Adewale Kolawole John And The Music Maestros

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What would be an ordinary street on an ordinary road in Ibadan is much more than that. Behind one of the many wooden stalls lined up at the side of the road is a bare land transformed into the studio of Adewale Kolawole John, a young artist whose works have crossed the continent’s shores and are widely appreciated. 

From the street, the rusted zinc roof atop multicolor planks can easily be dismissed, but just beside the stall is a door made of zinc that leads to a whole new world of color and creativity. In this new world is a bare land; half of it is occupied by short and wild grass while the other half is a skeleton of a structure stretching the length of the land, with a plastered floor, a roof, and a wall – what would be the demarcation between this land and the next –  used to display Adewale’s finished and unfinished works, all big, bold and striking. 

Big, bold, and striking have not always been associated with Adewale’s work. Before he became the artist he is today, he was only a young man whose paintbrushes captured the beauty and landscape of his city. In one of his older paintings, “Oke Ibadan” he depicts the rustic vibe of Ibadan, the slopes of the busy roads, and its aged architecture. The image is beautiful, yet it cannot be compared to the work he now creates. He speaks of that time with laughter in his voice, remembering the subjects of his old painting and the time he sold a 3 by 4 feet painting of Bob Marley for #1,000 — a transaction that can never occur again. 

For Adewale, two things occupy his existence; his ability to paint striking images and his love for the music of his people. It is difficult to say which supersedes the other, and fortunately, there is no need to, as he has been able to fuse his love for both and create something outstanding from them.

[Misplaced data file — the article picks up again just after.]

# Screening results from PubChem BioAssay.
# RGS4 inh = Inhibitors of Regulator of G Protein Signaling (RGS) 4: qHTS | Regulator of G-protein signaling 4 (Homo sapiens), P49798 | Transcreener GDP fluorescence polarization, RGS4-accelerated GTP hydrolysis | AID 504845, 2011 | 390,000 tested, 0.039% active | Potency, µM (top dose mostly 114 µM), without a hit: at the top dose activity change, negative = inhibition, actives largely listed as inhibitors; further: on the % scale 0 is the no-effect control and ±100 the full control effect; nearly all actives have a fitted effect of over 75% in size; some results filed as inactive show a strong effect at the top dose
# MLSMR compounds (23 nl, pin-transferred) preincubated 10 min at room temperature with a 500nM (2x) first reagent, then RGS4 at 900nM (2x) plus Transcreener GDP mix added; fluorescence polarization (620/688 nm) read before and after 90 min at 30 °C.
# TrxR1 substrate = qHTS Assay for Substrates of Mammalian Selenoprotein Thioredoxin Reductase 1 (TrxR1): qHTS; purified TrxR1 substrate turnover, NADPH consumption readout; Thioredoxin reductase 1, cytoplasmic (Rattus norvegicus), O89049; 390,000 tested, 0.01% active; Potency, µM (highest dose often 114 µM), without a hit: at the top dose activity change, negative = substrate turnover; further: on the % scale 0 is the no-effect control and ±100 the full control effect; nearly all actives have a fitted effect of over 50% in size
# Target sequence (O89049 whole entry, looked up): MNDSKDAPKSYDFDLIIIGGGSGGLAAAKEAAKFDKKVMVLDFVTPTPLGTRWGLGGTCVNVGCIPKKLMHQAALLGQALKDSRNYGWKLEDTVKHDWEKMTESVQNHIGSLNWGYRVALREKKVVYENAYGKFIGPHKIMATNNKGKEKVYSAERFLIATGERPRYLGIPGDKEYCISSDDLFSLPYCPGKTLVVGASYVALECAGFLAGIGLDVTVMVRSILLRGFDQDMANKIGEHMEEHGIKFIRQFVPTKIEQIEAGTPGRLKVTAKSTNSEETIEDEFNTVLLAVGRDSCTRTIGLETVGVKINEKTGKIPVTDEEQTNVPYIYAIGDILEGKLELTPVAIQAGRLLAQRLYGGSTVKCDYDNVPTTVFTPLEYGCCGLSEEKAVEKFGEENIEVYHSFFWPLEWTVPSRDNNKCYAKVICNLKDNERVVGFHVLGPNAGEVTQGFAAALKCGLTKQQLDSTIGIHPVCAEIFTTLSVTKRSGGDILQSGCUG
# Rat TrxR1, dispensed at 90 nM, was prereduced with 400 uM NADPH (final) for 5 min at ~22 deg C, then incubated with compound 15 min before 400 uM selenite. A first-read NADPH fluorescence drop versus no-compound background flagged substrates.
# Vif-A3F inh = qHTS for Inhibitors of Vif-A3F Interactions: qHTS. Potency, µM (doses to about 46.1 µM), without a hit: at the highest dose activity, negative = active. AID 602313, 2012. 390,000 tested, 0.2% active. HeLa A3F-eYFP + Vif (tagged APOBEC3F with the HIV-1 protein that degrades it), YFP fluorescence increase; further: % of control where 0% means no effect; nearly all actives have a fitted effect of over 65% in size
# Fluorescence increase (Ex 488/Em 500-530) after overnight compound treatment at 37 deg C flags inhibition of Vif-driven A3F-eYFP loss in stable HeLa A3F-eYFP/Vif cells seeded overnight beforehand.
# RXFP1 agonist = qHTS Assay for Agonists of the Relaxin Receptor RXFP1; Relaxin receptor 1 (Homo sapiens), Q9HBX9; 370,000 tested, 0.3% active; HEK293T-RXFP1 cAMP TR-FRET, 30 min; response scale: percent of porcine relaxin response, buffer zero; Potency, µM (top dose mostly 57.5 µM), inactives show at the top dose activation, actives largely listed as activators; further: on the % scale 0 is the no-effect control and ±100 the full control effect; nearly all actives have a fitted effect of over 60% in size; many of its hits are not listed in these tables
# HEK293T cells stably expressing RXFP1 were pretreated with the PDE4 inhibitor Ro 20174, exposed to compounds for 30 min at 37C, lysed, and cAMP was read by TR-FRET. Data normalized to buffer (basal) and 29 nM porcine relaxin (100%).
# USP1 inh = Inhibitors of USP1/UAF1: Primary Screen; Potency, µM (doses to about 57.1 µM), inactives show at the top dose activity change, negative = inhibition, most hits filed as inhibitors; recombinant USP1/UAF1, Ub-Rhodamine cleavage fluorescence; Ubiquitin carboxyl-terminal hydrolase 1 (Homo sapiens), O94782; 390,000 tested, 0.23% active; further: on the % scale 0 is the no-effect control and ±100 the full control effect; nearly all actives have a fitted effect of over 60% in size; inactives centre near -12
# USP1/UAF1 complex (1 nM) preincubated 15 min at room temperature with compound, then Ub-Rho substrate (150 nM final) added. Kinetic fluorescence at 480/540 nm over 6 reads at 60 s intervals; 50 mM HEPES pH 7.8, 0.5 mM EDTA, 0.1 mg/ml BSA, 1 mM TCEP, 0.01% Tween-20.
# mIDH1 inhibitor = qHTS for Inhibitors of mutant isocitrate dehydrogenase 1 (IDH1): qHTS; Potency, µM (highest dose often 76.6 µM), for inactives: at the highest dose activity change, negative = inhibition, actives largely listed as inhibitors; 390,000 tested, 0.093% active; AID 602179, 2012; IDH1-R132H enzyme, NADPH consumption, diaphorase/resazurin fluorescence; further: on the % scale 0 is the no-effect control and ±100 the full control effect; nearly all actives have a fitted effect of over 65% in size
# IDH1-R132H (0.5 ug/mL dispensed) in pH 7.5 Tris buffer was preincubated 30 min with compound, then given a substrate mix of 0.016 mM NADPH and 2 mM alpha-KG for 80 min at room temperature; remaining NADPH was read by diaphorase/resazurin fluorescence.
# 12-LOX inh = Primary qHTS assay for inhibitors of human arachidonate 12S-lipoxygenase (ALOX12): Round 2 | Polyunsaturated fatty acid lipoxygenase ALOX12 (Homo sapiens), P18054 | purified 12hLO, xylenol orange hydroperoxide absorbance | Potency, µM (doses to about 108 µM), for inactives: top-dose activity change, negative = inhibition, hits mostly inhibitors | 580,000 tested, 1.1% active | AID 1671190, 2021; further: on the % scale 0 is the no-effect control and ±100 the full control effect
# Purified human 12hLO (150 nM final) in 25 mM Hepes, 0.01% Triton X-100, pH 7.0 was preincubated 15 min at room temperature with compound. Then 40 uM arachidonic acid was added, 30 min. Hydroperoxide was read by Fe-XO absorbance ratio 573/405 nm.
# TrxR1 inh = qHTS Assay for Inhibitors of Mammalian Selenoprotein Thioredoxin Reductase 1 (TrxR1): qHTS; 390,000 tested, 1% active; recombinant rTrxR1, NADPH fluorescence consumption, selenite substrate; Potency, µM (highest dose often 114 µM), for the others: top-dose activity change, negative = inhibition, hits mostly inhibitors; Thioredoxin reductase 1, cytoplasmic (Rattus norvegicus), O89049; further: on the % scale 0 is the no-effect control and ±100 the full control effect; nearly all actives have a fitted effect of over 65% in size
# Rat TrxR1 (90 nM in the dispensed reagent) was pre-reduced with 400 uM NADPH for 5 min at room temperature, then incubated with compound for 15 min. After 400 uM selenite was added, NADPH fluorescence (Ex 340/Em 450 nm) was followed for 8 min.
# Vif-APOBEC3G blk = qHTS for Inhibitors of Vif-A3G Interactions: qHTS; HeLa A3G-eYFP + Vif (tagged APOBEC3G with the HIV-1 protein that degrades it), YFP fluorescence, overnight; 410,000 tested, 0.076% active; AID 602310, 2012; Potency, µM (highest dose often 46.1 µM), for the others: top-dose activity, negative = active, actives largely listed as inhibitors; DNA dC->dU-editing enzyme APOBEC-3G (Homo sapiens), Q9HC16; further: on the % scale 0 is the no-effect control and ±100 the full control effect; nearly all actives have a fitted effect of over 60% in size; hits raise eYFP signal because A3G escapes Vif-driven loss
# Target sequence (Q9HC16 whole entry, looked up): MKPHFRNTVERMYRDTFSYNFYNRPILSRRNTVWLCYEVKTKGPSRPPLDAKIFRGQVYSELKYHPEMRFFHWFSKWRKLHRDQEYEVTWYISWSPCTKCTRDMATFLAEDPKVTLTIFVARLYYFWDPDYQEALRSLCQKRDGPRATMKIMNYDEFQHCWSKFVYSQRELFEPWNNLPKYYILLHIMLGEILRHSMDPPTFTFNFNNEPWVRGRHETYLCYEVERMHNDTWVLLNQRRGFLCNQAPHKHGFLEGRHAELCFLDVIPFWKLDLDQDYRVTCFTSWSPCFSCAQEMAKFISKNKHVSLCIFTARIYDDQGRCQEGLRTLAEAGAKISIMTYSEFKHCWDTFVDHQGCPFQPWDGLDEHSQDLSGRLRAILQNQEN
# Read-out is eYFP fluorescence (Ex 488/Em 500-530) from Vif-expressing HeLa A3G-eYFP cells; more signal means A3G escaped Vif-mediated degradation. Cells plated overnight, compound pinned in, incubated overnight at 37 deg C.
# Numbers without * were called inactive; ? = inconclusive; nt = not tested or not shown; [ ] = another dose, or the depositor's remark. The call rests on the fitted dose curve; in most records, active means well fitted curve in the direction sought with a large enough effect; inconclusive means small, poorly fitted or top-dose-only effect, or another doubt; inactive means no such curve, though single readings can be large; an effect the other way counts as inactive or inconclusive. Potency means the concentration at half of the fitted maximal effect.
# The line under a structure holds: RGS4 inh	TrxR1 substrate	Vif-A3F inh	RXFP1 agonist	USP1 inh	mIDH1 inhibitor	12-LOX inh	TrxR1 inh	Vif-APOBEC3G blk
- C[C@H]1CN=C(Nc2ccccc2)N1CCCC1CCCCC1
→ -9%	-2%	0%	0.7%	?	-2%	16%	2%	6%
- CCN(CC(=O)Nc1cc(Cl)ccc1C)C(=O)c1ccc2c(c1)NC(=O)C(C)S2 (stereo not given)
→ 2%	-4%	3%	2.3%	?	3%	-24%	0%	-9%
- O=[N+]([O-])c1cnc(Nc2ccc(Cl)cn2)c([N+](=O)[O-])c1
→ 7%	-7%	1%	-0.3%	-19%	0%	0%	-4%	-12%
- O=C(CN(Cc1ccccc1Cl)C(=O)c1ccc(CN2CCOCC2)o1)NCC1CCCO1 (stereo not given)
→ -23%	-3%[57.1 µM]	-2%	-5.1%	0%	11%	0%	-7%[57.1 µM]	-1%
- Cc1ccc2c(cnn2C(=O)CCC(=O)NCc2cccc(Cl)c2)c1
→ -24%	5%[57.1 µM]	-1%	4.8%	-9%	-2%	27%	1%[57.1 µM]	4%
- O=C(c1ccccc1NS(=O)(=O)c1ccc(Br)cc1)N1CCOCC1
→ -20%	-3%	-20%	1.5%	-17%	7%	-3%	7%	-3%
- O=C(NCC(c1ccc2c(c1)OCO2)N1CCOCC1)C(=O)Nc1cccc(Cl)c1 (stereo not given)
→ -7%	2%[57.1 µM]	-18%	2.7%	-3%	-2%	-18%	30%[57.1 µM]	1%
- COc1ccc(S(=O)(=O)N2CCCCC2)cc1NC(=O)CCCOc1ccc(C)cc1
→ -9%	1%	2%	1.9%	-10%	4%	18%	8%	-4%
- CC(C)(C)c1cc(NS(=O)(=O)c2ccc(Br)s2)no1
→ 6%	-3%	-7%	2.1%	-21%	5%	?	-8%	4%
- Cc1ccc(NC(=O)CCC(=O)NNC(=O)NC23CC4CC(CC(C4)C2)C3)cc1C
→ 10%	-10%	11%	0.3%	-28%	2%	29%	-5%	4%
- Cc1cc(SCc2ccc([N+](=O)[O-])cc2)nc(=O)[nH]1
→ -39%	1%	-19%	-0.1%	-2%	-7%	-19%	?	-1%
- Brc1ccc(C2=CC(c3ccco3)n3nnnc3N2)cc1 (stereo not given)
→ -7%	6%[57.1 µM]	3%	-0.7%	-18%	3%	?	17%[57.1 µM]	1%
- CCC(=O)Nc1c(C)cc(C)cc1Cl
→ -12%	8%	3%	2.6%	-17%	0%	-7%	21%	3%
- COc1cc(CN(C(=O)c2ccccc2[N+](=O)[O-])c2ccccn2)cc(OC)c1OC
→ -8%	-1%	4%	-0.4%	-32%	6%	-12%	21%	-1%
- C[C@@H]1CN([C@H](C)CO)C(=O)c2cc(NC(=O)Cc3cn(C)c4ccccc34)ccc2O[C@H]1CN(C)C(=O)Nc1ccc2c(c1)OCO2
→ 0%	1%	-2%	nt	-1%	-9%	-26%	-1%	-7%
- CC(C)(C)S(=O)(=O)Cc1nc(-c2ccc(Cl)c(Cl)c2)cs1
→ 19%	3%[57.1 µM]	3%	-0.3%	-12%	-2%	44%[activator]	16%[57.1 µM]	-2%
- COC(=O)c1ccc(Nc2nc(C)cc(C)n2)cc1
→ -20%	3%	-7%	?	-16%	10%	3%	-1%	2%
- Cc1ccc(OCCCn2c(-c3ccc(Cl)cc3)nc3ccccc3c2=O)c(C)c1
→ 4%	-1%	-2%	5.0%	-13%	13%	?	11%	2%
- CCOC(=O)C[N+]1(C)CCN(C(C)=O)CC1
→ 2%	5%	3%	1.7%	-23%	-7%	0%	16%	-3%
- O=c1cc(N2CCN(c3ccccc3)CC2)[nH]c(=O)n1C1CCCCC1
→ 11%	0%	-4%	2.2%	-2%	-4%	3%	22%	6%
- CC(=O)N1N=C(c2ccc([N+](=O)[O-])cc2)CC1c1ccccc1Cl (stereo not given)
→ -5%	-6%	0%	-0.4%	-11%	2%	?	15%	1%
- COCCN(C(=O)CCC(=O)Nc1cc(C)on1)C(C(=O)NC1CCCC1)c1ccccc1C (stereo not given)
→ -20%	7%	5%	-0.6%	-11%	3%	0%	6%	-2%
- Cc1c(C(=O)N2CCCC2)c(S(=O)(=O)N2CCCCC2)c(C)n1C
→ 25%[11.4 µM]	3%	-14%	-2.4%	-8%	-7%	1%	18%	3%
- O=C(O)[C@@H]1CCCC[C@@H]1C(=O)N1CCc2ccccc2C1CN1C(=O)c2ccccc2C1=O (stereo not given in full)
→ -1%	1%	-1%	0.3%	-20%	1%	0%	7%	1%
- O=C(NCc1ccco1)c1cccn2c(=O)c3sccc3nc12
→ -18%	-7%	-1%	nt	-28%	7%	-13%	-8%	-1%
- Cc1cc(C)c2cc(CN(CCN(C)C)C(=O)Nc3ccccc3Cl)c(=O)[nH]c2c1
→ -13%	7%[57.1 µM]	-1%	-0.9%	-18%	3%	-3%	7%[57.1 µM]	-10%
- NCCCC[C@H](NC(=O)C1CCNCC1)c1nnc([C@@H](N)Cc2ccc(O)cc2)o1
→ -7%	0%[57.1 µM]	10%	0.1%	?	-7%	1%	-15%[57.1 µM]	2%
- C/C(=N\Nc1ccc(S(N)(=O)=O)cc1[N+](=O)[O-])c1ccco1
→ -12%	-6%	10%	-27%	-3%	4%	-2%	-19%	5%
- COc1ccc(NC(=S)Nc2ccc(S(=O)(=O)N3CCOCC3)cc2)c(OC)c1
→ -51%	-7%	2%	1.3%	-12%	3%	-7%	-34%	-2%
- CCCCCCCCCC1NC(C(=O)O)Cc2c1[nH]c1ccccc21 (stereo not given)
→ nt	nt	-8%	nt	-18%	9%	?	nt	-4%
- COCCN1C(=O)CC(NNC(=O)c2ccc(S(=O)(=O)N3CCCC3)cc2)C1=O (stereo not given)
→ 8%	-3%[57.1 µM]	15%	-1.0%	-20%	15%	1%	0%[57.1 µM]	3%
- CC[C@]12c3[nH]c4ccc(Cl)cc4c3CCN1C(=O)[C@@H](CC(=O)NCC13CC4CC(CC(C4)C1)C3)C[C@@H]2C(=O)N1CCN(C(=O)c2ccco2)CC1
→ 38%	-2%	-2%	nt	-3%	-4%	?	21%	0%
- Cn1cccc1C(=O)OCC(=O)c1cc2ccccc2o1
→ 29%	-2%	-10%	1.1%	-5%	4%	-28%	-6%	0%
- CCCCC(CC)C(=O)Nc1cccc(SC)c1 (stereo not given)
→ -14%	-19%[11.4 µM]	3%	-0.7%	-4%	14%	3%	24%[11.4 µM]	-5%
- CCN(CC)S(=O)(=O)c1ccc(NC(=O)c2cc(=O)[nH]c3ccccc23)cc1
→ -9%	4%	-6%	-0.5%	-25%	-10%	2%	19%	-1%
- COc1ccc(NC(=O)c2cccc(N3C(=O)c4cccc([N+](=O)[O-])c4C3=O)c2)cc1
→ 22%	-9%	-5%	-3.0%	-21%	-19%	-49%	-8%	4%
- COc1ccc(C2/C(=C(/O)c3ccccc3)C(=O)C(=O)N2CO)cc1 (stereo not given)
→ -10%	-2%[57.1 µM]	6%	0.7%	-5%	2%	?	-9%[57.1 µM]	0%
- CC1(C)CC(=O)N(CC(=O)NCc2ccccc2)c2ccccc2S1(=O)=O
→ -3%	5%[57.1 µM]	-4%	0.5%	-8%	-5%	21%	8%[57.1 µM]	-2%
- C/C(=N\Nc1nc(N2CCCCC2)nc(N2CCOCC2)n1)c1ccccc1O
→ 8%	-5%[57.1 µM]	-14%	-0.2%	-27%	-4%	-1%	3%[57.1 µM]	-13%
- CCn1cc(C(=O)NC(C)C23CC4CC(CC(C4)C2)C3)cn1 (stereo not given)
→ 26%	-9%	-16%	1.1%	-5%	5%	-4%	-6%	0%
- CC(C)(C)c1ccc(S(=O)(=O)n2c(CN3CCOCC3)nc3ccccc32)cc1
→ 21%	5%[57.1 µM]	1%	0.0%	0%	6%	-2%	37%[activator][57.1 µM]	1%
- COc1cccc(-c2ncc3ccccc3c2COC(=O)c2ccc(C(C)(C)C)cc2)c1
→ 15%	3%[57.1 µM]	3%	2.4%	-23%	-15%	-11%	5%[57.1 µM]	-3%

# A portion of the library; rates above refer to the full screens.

Music ignites Adewale’s spirit, but unlike the average 26-year-old in Nigeria, it is not the mainstream Afrobeats acts like Davido or Olamide that capture his attention, but classic Yoruba music like Apala, Sakara, and Juju. Growing up with his grandparents in Ibadan was the foundation of this subsisting love. They were huge fans of these genres, having listened to them in their childhood, and through their adult lives. Hence it was easy for Adewale to inherit their love for the music and become a connoisseur of it and the people who contributed to the genres. He speaks of them with an excited hitch in his voice and a contagious smile on his face, listing his favorite projects and boasting of the collection of vinyls he inherited from his grandparents. 

The relationship between his love for music and art initially existed as separate entities, and he was years of establishing himself as a painter he got the inspiration to combine them. He began his foray into the arts in 2011 after he was encouraged by another artist, Ade Love to develop his skills. After spending about 3 months learning under Ade Love and being exposed to other artists and skill sets, Adewale realized that he needed a bigger challenge and left to begin an apprenticeship at Saidor Creation Studio. His grandfather, seeing his interest and determination to learn, sent him to Technical College Ibadan to study painting and decorating, where he got the opportunity to take on his Industrial Training Attachment under Tope Fatunmbi at his eponymous Topfat Art Studio. He returned to Topfat Art Studio after completing his degree in 2015 and worked there till 2021. At the end of 2021, Adewale became a Studio Assistant at David Olatoye’s studio where he went to satisfy his curiosity about contemporary art.